LONDON (Reuters) - Britain’s transport secretary was under fresh pressure to resign after the government stacked up a 50 million pound loss for cancelling contracts for extra ferries to bring in essential supplies in the event of a no-deal Brexit.
The decision to award the contracts has been a major political embarrassment after it emerged the government handed out a 14 million pound contract for extra ferries to a company that owned no boats and published terms and conditions on its website that appeared to be for a takeaway food business.
Then, the government was forced to pay a further 33 million pounds to settle a lawsuit brought by Eurotunnel, which complained that it was unfairly prevented from bidding on the ferry contracts, which were negotiated in secret.
The botched handling of the contracts led to transport secretary Chris Grayling being nicknamed “failing Grayling” by local newspapers.
The contracts were originally awarded four months ago as part of the government’s broader strategy to ensure Britain was not left without key supplies, with significant congestion forecast on the main freight route between Dover and Calais.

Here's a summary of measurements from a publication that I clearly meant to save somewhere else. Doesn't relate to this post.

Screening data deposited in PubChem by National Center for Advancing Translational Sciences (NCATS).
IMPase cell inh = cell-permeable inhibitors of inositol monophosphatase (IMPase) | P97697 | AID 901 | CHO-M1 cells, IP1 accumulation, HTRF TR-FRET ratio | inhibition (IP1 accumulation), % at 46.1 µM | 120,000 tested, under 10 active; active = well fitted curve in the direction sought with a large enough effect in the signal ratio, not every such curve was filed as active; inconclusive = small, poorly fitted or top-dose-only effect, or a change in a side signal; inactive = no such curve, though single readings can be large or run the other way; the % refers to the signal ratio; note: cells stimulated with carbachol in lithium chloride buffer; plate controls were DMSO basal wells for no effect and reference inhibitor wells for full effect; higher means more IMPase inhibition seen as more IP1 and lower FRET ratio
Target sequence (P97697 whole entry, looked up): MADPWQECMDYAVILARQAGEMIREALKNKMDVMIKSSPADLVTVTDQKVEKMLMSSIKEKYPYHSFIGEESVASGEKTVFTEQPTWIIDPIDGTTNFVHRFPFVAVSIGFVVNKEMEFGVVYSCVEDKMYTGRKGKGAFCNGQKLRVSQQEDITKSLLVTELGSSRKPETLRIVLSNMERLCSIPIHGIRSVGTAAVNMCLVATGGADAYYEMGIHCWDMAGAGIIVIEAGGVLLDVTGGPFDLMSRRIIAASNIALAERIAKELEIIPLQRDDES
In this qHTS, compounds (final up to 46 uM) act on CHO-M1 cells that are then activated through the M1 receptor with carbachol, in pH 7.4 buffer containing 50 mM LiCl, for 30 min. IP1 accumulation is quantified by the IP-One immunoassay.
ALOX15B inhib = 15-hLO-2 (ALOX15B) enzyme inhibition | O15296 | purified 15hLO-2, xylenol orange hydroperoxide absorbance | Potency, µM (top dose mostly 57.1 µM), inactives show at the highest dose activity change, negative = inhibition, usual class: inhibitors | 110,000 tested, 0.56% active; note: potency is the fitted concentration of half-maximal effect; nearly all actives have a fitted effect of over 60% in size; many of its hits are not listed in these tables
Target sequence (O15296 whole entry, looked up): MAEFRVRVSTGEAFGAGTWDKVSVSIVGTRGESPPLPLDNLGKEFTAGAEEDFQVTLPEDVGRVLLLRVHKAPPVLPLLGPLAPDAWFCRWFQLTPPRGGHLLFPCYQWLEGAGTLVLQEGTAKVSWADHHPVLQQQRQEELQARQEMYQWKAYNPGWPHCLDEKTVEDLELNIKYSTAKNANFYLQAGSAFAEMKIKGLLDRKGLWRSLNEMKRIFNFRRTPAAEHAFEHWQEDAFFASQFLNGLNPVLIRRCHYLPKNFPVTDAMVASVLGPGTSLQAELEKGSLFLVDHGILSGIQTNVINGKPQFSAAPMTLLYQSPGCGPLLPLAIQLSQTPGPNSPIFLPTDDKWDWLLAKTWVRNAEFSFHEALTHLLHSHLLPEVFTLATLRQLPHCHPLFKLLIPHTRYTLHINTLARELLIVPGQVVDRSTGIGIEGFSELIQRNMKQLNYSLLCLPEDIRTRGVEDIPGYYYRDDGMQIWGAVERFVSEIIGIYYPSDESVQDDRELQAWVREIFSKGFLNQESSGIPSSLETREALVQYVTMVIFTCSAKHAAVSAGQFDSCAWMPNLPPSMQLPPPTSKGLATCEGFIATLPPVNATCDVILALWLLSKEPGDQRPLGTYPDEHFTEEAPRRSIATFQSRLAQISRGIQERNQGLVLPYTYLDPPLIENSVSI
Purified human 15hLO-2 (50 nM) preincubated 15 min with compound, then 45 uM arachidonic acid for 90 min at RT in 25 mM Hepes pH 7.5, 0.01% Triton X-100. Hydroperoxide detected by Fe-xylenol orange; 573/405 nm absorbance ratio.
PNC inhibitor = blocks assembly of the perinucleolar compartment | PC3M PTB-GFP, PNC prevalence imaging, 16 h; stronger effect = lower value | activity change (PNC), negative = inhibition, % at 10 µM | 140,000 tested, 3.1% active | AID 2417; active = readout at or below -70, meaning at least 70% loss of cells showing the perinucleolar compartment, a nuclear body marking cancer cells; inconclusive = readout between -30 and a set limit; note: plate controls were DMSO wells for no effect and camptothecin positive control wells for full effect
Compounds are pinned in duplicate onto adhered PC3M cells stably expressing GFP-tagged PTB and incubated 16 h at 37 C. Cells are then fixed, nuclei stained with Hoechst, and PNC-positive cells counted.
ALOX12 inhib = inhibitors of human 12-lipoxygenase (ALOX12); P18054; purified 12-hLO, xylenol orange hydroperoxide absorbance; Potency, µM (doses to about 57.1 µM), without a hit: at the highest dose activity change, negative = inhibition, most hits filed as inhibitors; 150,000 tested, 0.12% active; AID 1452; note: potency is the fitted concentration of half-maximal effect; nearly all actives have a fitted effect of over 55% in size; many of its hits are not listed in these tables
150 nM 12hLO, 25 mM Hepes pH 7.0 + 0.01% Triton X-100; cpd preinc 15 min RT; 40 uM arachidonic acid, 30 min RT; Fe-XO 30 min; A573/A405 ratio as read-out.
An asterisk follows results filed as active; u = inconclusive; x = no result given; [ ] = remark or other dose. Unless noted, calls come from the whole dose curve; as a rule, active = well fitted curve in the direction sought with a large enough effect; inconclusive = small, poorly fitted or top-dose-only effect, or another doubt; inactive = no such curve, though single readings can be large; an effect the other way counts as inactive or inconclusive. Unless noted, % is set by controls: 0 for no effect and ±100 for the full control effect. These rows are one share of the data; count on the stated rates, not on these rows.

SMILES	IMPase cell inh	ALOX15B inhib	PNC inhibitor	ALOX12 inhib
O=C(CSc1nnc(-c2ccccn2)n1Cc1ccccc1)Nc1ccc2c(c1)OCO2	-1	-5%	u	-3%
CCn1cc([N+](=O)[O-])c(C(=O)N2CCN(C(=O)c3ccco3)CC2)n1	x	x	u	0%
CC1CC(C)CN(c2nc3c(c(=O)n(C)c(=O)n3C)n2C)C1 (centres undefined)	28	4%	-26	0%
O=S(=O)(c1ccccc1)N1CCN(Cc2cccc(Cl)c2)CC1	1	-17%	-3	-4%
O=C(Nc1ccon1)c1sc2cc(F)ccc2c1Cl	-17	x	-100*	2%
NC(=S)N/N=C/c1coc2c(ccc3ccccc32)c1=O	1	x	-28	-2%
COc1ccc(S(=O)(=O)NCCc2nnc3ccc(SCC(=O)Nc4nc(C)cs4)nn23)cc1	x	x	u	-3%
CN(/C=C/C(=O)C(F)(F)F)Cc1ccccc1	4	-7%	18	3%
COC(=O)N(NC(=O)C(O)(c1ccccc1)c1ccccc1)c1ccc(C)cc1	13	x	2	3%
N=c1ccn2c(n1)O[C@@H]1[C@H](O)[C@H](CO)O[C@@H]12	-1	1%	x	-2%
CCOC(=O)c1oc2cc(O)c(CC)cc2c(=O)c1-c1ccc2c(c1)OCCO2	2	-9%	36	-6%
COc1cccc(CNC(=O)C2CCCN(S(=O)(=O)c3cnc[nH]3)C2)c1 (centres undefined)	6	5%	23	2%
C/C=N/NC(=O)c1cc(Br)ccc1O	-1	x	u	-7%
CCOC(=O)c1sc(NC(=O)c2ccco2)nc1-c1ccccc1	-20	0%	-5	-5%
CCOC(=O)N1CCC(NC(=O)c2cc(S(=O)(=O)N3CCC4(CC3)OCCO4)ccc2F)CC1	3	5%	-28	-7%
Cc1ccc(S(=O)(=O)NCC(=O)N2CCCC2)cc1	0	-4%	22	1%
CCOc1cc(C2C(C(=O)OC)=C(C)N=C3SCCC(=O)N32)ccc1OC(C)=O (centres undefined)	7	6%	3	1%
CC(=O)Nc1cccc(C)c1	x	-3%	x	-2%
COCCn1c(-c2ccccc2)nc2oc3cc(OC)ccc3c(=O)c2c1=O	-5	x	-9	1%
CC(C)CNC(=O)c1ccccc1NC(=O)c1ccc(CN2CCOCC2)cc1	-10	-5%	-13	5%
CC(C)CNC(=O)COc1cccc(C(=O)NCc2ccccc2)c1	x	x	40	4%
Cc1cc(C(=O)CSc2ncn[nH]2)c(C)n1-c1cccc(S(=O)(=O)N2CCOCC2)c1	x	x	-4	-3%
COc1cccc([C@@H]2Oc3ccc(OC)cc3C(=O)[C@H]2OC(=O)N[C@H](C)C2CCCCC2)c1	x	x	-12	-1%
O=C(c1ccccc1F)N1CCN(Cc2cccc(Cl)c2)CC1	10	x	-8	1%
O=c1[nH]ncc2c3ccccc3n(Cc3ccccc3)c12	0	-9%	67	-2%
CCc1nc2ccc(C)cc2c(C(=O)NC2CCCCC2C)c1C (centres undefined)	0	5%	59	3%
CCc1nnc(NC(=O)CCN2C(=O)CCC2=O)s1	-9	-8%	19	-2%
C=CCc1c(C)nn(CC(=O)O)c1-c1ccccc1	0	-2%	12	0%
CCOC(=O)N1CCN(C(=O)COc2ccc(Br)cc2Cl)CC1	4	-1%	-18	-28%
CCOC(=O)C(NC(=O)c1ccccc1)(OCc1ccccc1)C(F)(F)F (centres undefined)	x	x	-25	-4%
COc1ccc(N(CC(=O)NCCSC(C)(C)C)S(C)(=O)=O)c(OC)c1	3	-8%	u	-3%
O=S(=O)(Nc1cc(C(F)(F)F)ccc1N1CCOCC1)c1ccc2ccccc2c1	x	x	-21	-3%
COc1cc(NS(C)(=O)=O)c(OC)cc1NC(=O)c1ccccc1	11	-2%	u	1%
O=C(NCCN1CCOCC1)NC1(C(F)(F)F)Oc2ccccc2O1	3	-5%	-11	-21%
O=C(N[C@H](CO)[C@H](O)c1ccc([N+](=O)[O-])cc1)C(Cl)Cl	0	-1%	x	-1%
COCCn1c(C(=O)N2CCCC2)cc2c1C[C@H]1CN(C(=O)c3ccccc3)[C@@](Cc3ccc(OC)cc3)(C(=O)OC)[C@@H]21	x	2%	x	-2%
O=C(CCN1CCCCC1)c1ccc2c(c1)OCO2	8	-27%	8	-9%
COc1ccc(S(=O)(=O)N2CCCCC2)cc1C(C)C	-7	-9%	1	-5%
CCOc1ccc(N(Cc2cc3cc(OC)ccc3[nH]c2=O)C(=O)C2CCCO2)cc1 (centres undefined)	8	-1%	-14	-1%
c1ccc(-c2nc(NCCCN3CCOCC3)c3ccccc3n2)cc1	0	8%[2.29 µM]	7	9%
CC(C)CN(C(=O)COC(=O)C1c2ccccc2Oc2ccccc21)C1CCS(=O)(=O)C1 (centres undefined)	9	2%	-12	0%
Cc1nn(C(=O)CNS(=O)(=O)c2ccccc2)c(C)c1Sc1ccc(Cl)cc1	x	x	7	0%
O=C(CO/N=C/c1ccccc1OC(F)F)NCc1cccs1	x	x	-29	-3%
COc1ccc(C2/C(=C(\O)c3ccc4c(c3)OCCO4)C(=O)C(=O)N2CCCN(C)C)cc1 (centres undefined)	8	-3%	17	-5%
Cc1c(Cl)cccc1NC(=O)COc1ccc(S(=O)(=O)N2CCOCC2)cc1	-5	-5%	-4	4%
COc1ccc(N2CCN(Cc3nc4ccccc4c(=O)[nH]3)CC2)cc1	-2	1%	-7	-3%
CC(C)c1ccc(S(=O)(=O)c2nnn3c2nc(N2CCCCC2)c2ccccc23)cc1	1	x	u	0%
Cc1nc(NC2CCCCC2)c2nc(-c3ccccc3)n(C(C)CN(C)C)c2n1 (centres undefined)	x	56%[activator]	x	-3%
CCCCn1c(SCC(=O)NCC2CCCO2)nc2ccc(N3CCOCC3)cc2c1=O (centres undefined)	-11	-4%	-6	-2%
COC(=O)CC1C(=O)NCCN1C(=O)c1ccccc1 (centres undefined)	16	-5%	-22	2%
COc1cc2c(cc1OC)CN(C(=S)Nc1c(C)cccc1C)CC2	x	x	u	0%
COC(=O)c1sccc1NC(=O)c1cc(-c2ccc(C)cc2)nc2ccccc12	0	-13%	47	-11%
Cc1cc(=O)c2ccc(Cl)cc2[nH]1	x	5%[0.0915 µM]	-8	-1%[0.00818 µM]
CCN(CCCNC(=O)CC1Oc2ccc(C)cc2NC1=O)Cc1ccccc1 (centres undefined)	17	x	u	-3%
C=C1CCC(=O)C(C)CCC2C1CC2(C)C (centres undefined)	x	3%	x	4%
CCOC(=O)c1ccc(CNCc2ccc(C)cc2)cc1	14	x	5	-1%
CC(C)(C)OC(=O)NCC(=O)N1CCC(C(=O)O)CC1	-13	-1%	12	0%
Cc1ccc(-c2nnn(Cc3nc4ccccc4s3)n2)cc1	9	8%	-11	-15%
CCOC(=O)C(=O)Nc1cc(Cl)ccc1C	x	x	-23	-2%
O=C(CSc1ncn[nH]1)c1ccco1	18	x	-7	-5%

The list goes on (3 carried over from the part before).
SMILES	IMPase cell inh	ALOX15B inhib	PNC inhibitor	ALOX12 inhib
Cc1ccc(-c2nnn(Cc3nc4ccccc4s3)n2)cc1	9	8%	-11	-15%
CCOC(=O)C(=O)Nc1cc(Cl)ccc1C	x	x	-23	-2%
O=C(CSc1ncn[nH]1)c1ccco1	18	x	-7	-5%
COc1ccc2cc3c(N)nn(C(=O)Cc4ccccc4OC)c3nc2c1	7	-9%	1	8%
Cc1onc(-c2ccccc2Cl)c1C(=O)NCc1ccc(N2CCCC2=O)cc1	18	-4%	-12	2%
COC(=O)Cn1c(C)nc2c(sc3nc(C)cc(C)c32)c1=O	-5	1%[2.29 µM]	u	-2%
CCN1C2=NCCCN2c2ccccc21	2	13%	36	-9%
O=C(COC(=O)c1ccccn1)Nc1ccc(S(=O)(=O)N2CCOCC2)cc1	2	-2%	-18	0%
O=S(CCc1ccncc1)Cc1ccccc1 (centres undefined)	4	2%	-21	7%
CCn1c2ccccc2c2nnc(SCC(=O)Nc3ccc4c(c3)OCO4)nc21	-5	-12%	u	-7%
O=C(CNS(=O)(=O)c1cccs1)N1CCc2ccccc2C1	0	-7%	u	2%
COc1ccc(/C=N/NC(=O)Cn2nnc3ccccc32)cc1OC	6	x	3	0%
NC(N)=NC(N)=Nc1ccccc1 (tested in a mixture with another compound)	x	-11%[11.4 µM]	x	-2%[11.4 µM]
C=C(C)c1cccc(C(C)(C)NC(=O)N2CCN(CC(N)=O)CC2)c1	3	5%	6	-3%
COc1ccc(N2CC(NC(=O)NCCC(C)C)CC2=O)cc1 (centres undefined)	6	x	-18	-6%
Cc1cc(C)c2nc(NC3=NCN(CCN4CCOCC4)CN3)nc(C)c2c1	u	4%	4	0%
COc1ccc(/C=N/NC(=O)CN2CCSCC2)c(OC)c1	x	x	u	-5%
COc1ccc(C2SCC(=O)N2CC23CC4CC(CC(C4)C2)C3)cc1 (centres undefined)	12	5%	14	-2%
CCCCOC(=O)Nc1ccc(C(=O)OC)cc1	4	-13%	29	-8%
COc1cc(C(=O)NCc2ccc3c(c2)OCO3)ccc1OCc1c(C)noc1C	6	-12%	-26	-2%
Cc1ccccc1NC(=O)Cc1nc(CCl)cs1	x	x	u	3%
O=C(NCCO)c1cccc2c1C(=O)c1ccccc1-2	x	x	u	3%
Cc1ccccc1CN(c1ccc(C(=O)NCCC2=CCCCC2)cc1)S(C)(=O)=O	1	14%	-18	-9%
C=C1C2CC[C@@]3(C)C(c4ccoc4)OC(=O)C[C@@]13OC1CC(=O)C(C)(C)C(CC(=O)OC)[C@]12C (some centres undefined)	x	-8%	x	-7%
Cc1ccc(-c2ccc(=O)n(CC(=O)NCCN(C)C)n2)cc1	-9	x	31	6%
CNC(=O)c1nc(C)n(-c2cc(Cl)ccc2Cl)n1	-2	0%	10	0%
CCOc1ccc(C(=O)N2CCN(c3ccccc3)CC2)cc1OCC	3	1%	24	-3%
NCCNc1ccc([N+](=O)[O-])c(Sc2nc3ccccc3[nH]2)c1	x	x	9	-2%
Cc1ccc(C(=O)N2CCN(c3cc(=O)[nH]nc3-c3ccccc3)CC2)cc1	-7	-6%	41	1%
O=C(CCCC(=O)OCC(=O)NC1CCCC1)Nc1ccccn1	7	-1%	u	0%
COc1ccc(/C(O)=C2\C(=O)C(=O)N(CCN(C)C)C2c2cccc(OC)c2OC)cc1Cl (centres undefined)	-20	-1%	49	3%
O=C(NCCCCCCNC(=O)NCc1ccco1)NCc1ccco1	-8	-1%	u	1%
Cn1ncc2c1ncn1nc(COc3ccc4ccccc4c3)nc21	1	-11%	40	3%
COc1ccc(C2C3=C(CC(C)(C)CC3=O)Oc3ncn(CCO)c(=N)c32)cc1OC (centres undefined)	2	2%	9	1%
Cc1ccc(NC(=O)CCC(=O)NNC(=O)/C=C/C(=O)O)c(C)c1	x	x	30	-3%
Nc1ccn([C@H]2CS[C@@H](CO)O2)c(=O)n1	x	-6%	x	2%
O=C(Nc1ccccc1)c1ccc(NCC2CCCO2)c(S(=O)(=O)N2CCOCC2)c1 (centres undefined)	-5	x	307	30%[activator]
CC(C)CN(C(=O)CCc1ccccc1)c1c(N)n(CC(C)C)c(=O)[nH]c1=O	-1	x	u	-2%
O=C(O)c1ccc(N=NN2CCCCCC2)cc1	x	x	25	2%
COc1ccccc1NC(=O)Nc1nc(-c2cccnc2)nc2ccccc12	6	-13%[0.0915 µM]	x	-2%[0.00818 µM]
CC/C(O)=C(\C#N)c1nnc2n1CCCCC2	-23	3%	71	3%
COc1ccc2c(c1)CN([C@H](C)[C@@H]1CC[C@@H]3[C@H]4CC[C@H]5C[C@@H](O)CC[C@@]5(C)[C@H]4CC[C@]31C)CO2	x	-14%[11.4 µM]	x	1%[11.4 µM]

The government put its contingency plans on hold after European Union leaders agreed last month to push back the date of Brexit to as late as the end of October.
“Chris Grayling and the ferry contracts will evermore be a case study in ministerial incompetence,” said Andy McDonald, the opposition Labour’s transport spokesman.
“His career as a minister has left a trail of scorched earth and billions of pounds of public money wasted. This country cannot afford Chris Grayling.”
Three firms were originally awarded contracts worth more than 100 million pounds. But one contract was cancelled a month later because of concerns about whether the company, which did not have any ferries, would be ready in time.
The government has now scrapped the remaining two contracts. This means the taxpayer faces a total bill of 83 million pounds for ferry services, which will never run, if the cost of the settlement with Eurotunnel is included.
A spokesman for Prime Minister Theresa May said she had confidence in Grayling.
“It is obviously important that as a responsible government we did make full preparations for leaving the European Union without a deal,” the spokesman said.
“The freight capacity contracts are no longer needed and therefore been terminated. We have taken the decision now as it represents the best value for money for taxpayers.”
But there remains a risk that the United Kingdom could still leave the EU without a deal if the government fails to pass its Brexit deal or if the EU fails to agree another extension to the talks to leave the bloc.
In a further twist, a rival ferry operator, P&O, said last week that it was preparing its own legal action amid claims that the payout to its rival Eurotunnel was unlawful.
Reporting by Andrew MacAskill and Elizabeth Piper; Editing by Guy Faulconbridge and Hugh Lawson